For Jim and the 8 million other people who tuned into Cops in the nineties, watching was pure schadenfreude. As shitty as it might be to be a white, out-of-work, blue-collar laborer in upstate New York, it was objectively worse to be a black, out-of-work, blue-collar laborer in Philly or Houston with your pain memorialized via national broadcast.
Guys like my stepfather, and a lot of the folks in my hometown, saw careers in law enforcement and or as prison guards as the ultimate advancement — a middle-class salary, benefits, retirement. It was intoxicating to buy into the dream of authority, of stability, of vanquishing the bad guys and preserving order. If you think life is a zero-sum game, you want to be the one with a badge and the gun.
Cops laid the blueprints for what much of reality TV would ultimately become, a chance to laugh and jeer at the misfortunes and mental health woes of working and poor people. If you need convincing, just spend some time in front of the cable network TLC, where you have the opportunity to gaze in horror at serial hoarders, the severely obese, obsessive coupon clippers and women in abusive marriages. Cops may not have been quite as over-the-top as these later reality shows in its embrace of spectacle, but the world it depicted was a damaging lie.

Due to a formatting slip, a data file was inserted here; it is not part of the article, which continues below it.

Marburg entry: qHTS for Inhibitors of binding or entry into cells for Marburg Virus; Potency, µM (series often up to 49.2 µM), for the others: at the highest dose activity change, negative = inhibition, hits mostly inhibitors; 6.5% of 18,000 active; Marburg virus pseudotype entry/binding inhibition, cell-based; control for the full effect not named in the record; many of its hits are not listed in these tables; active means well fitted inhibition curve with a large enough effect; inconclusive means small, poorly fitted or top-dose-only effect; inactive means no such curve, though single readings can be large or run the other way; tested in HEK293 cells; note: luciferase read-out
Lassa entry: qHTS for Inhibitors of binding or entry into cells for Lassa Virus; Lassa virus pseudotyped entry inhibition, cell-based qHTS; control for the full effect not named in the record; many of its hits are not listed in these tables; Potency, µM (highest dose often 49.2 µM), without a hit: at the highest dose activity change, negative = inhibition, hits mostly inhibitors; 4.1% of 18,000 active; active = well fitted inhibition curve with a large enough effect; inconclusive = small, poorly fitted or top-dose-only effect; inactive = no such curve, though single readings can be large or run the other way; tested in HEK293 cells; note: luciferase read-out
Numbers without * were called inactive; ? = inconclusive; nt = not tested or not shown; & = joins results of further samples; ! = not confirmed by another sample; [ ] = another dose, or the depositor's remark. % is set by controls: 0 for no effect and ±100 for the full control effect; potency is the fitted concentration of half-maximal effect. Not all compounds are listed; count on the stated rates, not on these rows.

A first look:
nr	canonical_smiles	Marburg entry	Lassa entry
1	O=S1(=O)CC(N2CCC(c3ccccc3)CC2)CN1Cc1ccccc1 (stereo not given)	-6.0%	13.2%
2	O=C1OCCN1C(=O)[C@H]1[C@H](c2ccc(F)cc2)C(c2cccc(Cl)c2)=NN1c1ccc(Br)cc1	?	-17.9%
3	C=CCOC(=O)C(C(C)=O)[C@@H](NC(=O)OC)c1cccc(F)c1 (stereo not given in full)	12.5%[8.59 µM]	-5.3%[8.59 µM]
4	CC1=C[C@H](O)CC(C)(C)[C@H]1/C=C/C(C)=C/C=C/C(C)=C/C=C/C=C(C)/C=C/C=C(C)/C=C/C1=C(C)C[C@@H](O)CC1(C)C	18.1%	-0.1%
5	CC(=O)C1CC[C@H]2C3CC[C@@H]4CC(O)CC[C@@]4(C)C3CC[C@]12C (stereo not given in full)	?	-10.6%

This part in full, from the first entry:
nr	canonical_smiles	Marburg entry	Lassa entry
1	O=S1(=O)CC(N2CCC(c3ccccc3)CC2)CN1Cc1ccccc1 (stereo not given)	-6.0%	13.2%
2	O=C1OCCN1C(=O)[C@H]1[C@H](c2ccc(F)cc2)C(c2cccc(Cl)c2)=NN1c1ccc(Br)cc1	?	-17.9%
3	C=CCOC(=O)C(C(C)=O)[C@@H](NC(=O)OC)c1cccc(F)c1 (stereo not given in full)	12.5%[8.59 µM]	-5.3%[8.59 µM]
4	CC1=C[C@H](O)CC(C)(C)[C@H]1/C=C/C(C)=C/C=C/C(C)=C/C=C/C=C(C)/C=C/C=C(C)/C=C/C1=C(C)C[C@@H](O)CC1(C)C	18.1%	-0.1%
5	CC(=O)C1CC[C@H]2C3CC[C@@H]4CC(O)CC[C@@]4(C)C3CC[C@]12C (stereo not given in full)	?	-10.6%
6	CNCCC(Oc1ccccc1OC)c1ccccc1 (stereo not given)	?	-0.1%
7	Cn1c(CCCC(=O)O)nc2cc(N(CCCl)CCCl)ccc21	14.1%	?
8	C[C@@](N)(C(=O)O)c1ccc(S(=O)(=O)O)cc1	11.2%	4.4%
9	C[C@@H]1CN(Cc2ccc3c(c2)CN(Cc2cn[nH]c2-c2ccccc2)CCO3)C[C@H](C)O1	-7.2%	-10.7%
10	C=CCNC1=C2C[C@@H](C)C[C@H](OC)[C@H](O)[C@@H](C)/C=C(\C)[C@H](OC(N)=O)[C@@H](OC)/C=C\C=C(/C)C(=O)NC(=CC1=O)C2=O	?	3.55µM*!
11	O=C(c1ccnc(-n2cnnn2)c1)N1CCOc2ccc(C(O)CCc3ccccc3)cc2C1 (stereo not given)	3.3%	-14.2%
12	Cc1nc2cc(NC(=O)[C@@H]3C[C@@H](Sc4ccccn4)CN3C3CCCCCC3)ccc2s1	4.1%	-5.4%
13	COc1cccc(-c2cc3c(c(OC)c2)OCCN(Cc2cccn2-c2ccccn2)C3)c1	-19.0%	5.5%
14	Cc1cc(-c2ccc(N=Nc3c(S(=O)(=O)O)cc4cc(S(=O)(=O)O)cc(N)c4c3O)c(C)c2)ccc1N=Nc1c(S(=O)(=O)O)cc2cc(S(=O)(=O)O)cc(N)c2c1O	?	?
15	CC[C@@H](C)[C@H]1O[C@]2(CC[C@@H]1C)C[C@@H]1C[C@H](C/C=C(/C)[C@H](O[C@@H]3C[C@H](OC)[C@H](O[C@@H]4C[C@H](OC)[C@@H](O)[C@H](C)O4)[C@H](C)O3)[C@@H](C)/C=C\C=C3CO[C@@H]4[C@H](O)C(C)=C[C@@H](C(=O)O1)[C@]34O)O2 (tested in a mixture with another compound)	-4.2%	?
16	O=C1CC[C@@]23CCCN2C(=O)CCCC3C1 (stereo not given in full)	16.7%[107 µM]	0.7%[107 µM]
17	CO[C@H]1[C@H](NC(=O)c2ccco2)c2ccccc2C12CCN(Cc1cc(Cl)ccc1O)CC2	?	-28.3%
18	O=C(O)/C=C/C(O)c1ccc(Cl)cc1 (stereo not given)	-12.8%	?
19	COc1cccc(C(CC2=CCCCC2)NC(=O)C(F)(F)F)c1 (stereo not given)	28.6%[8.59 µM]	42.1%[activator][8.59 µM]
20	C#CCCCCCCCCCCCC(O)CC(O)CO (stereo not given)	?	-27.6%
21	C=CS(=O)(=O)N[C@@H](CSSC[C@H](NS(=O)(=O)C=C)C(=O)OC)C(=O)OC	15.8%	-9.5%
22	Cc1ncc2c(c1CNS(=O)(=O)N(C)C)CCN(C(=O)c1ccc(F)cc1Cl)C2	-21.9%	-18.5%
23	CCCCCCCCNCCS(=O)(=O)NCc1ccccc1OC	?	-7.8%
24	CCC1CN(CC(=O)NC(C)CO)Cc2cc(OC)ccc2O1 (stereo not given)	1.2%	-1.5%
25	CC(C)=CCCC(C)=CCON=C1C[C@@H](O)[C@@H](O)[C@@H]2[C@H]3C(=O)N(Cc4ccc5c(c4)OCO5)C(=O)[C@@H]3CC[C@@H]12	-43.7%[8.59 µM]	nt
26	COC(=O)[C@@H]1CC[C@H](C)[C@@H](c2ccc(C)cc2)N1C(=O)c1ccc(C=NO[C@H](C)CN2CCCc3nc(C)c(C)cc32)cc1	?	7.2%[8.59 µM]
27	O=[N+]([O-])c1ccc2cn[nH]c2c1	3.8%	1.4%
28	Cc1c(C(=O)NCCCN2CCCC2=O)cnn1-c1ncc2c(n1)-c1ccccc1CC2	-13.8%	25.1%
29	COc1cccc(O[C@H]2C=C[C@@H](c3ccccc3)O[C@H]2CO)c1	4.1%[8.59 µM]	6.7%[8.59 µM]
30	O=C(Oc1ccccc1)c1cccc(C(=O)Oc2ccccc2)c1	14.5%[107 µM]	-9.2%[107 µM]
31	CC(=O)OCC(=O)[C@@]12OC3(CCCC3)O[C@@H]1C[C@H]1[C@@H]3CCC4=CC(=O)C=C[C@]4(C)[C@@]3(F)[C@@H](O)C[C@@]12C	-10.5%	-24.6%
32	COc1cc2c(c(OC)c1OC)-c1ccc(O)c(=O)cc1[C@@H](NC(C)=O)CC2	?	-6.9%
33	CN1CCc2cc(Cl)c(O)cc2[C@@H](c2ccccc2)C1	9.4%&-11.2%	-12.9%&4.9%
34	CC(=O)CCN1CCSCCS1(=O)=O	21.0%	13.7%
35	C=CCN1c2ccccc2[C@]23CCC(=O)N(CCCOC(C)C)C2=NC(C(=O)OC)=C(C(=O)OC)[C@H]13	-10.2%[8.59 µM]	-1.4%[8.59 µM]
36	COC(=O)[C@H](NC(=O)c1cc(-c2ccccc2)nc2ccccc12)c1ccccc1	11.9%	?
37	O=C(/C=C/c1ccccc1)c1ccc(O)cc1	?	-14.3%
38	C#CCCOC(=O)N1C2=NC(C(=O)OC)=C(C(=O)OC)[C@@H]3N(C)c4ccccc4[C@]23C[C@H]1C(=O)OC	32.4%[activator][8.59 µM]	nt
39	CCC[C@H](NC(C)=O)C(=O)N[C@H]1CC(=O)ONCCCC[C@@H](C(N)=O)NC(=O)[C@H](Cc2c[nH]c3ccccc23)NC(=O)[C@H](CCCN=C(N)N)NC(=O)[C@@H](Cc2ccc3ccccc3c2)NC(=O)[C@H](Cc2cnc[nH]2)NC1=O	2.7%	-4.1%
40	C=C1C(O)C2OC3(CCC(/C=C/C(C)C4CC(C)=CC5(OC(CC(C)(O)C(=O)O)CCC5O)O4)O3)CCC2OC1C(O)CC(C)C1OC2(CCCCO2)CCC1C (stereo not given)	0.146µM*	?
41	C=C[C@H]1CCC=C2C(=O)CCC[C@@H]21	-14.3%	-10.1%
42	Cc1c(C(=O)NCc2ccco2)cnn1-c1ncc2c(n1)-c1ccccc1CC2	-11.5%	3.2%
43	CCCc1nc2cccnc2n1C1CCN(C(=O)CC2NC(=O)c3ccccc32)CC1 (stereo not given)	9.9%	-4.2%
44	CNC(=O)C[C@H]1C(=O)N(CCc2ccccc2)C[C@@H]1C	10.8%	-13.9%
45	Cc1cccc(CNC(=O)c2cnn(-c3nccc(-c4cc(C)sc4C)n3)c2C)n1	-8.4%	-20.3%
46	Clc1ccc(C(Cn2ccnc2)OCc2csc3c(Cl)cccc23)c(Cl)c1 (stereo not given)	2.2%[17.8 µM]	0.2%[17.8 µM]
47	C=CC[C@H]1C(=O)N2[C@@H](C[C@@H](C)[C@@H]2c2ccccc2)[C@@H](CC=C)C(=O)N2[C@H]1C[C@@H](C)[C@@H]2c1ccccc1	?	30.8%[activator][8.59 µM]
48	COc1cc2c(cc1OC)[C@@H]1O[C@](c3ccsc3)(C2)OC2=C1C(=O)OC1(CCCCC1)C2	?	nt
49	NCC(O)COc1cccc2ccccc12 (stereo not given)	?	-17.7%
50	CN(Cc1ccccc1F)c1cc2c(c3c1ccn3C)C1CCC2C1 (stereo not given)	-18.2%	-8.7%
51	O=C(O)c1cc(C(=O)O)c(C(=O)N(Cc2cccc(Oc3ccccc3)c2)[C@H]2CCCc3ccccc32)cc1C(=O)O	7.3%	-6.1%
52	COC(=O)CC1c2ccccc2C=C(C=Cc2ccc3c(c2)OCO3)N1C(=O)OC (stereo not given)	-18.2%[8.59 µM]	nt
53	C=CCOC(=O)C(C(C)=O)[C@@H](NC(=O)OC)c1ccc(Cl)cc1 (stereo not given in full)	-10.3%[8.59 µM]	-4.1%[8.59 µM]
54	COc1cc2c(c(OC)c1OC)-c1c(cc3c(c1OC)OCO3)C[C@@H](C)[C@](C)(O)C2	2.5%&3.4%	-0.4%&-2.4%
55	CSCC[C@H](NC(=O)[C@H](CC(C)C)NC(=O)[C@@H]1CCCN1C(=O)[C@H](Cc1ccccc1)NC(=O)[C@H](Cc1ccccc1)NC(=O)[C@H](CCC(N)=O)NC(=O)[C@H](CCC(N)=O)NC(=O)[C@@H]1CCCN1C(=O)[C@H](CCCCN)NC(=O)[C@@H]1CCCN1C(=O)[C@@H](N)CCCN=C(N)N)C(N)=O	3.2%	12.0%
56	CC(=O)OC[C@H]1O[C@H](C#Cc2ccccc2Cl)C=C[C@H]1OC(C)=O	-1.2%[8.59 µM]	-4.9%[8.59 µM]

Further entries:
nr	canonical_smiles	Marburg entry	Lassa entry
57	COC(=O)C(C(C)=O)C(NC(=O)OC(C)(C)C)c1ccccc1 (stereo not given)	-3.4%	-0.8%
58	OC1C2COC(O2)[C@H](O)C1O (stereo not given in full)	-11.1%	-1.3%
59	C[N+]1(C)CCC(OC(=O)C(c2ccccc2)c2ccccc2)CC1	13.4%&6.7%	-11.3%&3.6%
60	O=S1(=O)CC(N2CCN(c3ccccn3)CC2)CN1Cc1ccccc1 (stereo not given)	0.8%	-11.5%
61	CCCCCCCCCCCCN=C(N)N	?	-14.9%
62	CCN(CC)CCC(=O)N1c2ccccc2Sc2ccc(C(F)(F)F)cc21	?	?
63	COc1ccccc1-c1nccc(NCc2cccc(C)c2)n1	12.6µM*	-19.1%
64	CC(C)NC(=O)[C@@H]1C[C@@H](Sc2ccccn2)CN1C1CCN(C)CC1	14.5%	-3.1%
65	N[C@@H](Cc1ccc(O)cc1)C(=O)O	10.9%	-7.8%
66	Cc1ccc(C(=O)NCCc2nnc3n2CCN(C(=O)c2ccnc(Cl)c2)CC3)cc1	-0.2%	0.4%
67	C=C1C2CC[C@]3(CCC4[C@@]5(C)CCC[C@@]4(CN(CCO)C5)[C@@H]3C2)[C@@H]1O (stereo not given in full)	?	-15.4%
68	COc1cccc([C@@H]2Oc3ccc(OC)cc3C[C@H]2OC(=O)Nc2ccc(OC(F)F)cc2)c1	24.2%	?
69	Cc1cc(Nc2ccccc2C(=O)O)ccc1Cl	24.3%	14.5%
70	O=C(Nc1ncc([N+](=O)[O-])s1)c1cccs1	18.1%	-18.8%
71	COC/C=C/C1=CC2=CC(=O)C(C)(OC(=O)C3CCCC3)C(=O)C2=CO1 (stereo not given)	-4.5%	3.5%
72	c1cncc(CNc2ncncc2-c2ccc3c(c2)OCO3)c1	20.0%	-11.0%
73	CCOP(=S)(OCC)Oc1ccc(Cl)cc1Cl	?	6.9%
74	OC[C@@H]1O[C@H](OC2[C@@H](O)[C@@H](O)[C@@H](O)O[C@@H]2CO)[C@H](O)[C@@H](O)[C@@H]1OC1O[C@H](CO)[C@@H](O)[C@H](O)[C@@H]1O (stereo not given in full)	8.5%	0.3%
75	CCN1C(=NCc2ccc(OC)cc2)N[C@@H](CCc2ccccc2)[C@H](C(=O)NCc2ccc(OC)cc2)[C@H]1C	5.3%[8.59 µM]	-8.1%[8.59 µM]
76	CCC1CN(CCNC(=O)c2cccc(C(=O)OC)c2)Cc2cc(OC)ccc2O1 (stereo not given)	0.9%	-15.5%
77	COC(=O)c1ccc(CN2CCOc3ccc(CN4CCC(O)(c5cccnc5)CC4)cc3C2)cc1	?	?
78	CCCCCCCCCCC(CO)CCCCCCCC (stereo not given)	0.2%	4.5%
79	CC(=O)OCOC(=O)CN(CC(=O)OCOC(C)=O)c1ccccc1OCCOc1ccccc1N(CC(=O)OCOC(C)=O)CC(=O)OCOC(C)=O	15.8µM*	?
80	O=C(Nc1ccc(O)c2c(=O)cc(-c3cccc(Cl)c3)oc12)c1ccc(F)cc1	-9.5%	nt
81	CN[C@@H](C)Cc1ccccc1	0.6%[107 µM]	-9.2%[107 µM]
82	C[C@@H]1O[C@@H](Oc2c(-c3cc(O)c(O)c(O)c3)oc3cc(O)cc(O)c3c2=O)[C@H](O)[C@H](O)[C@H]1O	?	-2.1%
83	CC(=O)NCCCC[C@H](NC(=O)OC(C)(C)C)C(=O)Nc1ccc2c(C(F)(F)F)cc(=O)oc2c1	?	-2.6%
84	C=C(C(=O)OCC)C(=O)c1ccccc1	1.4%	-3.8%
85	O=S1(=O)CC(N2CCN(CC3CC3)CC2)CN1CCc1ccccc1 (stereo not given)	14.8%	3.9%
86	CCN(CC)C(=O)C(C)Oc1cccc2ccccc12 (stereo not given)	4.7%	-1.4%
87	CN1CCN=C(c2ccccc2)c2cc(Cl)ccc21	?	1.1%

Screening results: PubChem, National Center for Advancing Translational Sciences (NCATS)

When I heard of Cops’ cancellation last week, I checked out the show’s YouTube channel, which has nearly 400,000 subscribers. One clip I watched, which aired last October, depicts a car chase in Pinellas County, Florida. In the clip, a young African American man is spotted speeding. A chase ensues and, after returning home to a housing complex, the young man presents himself for arrest — hands up, stony-faced, compliant. He is immediately pinned to the ground and handcuffed as an angry German Shepherd lunges and barks at him.
Excessive force is par for the course on Cops.
It turns out the young man fled because he was driving without a valid license. When the arresting officer asks the young man why he went inside his house, he explains, “I wanted to tell my grandma I’m sorry for what I’ve done.”
If this clip is heartbreaking, even poignant, others are downright depressing. Episodes from the last few years seem to feature more poor whites than earlier iterations of the show, as I remember it. There’s lots of meth-making and taking, family violence and booze-induced domestic disputes. The schadenfreude is still there, it just looks a little whiter.
There’s a certain horrible moment at the end of every Cops vignette, in which the accused realize their lives are probably ruined, either from the prospect of actual criminal charges and thus entrapment in the justice system or because of the embarrassment and degradation of having all this misery filmed for millions to watch. Although Cops has alleged that it obtains consent from anyone who appears on the program, that seems a pretty dubious claim. Honestly, how many people would freely consent to their humiliation being broadcast? If you did happen to be charged and tried, how could you possibly receive a fair trial?